Forty Eight: Is He They?

04.22: Gravity’s Rainbow

In which we continue our discussion of Gravity’s Rainbow with a careful look at the second half of Book Three, Chapter Eleven – the Pökler chapter.

Alan mentions The Glass Bead Game by Hermann Hesse. Here’s a link to it in Google Books, and here’s the summary on Wikipedia.

Chris mentions a concept called “the deep state.” Here’s Bill Moyers with a fairly detailed explanation.

Playing a game with death in The Seventh Seal:

Playing games with death in Bill and Ted’s Bogus Journey:

Death playing bass with Bill and Ted:

On the possible origin of the name Zwölfkinder, Alan mentions the Grimm’s Fairy Tale “The Twelve Brothers.”

3 thoughts on “Forty Eight: Is He They?

  1. Possibly you’ve covered this already, but I’ve always wondered about the connection between Zwölfkinder and Disney Land. It always felt very Disney to me…and it’s reported that Disney had some tenuous, weird connection (or at least appreciation of) the Nazis….

    1. I think we brought it up a little in one of our discussions, and think it’s maybe meant to give readers a Disney Land vibe. (Mickey Mouse and Dumbo have already been mentioned in the book, so maybe that’s a clue.)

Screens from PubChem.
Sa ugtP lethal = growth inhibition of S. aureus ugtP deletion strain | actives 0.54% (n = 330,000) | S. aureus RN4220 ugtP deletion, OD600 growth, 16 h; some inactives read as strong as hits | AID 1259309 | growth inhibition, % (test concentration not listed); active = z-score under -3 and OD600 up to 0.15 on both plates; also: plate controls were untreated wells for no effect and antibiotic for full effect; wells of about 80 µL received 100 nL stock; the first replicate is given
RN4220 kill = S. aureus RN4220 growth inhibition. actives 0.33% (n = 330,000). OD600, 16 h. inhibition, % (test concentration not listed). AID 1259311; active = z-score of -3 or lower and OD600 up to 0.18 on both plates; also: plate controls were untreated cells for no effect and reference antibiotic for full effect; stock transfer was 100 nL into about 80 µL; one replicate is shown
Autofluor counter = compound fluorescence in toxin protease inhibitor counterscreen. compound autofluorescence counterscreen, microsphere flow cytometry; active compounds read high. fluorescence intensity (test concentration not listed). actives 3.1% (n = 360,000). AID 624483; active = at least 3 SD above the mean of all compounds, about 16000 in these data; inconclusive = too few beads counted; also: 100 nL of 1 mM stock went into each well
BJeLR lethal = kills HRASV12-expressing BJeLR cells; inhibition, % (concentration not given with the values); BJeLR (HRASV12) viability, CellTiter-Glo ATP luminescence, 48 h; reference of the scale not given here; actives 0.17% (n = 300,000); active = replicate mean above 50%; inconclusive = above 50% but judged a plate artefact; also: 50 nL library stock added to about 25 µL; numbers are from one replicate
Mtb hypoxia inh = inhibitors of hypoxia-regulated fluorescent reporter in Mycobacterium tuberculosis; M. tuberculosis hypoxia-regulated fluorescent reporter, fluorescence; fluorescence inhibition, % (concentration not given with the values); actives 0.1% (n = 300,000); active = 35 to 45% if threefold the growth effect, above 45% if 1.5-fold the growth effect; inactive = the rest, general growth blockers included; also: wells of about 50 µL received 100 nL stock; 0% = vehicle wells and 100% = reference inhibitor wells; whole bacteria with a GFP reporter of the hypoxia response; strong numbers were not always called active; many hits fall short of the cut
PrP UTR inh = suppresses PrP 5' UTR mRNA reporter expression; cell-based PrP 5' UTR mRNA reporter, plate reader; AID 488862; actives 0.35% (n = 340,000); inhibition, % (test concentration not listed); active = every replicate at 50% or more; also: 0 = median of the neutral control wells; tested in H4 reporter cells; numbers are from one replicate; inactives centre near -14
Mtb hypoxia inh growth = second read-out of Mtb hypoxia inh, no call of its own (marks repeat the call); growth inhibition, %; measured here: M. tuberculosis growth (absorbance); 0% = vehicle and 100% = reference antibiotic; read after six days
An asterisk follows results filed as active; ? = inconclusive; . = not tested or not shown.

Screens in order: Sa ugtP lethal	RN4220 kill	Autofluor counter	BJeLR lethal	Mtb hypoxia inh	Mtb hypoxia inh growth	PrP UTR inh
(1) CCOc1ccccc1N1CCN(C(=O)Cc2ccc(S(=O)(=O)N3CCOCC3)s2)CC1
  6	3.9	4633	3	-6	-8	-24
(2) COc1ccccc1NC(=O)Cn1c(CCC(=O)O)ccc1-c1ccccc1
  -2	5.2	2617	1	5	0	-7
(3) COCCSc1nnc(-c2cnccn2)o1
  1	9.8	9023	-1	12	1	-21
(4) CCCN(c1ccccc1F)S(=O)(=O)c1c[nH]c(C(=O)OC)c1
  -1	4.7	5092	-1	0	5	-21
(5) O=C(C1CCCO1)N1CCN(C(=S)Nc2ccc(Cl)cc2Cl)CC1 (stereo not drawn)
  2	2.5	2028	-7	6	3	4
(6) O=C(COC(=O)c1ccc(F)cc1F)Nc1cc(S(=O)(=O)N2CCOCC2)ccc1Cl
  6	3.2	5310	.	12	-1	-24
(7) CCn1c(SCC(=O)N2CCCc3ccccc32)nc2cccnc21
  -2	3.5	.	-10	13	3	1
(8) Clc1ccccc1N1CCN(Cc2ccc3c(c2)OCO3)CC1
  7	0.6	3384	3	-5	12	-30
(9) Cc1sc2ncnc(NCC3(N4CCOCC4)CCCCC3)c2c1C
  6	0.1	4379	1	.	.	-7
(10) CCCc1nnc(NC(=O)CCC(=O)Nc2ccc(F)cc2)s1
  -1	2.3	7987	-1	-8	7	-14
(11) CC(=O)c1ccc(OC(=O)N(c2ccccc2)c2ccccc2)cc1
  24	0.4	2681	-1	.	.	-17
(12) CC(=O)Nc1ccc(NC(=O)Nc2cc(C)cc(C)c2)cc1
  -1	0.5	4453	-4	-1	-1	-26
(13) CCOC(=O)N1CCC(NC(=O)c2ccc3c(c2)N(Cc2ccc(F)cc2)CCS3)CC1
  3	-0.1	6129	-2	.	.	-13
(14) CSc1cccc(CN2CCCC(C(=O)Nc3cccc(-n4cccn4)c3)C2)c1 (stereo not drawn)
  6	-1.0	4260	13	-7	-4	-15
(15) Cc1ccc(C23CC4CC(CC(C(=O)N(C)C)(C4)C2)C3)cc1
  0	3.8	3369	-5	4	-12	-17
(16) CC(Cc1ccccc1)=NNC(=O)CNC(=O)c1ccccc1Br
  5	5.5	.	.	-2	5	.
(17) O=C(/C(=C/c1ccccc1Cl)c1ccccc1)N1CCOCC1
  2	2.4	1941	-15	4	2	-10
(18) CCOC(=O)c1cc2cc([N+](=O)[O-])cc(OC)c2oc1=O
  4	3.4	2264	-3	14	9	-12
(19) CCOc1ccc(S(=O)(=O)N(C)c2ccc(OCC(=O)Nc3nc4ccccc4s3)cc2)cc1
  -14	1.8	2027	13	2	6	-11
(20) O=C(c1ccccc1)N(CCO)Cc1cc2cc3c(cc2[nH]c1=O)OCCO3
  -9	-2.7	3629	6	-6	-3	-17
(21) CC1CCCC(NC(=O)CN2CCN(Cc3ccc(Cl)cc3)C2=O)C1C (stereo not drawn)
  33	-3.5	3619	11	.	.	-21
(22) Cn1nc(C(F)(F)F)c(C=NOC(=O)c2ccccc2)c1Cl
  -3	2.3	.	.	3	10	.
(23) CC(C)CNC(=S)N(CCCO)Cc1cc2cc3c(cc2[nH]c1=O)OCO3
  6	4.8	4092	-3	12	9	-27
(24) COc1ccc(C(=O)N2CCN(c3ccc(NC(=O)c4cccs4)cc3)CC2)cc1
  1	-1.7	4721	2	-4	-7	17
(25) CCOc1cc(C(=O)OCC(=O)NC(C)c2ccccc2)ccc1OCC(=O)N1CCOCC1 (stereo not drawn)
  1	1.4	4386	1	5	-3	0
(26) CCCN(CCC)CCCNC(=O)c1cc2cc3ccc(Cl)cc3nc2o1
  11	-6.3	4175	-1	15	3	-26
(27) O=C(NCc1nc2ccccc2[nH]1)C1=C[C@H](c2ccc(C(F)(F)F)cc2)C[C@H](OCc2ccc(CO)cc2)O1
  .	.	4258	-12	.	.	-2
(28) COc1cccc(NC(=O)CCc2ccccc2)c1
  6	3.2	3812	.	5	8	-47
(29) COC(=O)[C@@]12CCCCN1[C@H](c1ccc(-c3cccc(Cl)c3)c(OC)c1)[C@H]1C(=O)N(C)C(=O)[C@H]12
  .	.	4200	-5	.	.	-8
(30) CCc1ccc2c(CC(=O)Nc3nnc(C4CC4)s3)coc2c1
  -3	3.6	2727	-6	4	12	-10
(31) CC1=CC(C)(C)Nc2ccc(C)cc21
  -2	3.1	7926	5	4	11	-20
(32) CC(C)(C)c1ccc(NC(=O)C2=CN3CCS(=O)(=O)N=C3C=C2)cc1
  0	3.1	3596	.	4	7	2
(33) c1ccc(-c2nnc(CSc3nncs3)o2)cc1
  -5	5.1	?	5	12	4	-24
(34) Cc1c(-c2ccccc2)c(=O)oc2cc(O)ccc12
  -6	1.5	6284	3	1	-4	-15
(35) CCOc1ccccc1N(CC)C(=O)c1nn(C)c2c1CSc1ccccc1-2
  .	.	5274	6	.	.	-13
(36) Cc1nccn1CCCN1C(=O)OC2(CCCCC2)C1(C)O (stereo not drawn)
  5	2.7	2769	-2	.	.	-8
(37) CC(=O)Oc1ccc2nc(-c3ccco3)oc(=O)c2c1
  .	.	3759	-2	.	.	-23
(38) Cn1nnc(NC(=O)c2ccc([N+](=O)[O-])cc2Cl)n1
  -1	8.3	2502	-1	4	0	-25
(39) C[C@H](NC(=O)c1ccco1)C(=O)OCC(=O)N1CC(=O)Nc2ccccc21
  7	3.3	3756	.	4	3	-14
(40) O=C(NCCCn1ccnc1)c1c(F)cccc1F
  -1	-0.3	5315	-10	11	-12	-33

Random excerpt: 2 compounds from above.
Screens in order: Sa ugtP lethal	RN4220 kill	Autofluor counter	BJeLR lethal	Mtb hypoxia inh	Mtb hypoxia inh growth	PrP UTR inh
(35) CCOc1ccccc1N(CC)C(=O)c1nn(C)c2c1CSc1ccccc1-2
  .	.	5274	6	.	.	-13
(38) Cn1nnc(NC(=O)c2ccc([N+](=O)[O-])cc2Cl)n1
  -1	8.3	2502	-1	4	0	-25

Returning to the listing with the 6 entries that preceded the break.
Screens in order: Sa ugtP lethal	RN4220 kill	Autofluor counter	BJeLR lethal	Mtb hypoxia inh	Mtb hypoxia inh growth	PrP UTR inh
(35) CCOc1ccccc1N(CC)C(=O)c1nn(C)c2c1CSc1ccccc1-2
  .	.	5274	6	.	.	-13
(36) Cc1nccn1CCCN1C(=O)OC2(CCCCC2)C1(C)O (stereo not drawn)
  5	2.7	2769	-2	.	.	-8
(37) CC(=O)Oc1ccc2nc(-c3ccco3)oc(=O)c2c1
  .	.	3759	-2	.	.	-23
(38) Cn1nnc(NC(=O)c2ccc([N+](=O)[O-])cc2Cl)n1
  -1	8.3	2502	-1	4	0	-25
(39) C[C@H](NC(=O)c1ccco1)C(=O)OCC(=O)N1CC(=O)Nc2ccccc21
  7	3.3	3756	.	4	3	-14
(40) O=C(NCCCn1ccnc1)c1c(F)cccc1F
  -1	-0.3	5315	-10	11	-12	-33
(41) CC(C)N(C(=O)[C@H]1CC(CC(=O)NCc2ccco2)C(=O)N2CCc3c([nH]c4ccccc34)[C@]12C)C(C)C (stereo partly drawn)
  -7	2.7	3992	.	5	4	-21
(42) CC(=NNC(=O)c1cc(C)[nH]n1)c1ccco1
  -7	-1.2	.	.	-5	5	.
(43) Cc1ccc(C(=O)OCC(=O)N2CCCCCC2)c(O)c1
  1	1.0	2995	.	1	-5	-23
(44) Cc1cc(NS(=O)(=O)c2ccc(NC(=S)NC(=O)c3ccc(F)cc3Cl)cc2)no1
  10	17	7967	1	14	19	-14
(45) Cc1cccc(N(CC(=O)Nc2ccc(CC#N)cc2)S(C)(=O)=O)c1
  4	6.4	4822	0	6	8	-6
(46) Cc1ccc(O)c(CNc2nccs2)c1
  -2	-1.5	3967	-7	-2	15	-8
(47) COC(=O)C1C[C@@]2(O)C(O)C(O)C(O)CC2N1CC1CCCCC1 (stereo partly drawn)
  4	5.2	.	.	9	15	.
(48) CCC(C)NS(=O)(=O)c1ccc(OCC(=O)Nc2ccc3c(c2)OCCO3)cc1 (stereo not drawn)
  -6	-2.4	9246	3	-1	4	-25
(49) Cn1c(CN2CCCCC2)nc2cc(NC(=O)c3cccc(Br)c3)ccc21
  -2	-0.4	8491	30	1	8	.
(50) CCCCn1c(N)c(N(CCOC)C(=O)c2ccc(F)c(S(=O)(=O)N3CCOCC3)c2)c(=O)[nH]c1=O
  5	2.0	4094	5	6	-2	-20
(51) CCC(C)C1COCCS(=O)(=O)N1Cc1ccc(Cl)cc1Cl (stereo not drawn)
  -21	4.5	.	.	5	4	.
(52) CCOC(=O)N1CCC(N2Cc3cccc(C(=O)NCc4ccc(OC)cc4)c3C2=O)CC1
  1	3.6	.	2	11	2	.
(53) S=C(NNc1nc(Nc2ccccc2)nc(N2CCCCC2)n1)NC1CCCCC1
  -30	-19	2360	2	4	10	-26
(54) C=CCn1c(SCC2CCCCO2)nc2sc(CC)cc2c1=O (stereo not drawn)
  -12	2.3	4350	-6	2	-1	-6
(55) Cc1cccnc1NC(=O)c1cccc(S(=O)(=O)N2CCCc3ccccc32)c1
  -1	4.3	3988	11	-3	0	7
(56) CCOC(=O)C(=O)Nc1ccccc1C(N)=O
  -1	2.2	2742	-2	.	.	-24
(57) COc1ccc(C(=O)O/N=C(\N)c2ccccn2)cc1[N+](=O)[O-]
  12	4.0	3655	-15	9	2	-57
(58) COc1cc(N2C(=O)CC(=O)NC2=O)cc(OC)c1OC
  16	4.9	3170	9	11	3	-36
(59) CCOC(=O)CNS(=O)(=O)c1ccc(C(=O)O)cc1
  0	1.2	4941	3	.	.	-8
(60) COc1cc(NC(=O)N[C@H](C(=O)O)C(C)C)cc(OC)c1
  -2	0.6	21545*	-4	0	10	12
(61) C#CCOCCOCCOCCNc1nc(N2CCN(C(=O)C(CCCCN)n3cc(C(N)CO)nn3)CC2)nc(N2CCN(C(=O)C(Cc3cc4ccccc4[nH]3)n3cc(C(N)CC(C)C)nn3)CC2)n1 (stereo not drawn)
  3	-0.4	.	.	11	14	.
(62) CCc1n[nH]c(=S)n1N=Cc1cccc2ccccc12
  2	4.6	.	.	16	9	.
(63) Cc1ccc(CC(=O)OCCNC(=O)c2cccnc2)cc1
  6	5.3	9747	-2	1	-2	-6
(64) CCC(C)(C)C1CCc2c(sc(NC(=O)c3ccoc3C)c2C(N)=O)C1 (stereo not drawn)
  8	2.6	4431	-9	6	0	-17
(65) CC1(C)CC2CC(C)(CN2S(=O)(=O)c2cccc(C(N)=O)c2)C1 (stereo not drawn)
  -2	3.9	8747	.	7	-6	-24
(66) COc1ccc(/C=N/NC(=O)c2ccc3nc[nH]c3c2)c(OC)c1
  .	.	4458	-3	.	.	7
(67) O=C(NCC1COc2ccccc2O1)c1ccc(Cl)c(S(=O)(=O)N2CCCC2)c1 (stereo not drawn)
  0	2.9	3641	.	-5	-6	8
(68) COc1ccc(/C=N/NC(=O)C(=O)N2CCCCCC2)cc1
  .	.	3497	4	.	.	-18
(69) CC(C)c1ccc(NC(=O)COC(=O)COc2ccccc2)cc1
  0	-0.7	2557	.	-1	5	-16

I am personally not aware of any connection between Walt Disney, or the Disney corporation, and Nazis. I know I’ve seen old Disney cartoons that put the Nazis in a pretty poor light. In fact, he helped created training videos after America entered the war, and I’m pretty sure I’ve seen Donald Duck toons promoting war bonds. Plus, I know that a good number of his studio staff at that time were Jewish or of Jewish descent. So, as I said, I’m not aware of any sort of positive alliance between them, and I tend to think none existed. But I’ve never read a Disney bio and never looked into it. Just speaking off the cuff here.

      Thanks for listening!

  2. For me, this chapter is kind of the heart of Gravity’s Rainbow. It feels very real and serious in a way that a lot of the other chapters don’t.

    At first, the chapter seems very standalone, but it connects to so many other parts of the book. It’s a very paranoid theory, but I like to imagine that some of the other chapters (like the Blicero oven chapter from Part1, for example) are only the imagination of Pökler. All the mathematical imagery the narrator is using would be very fitting for him.

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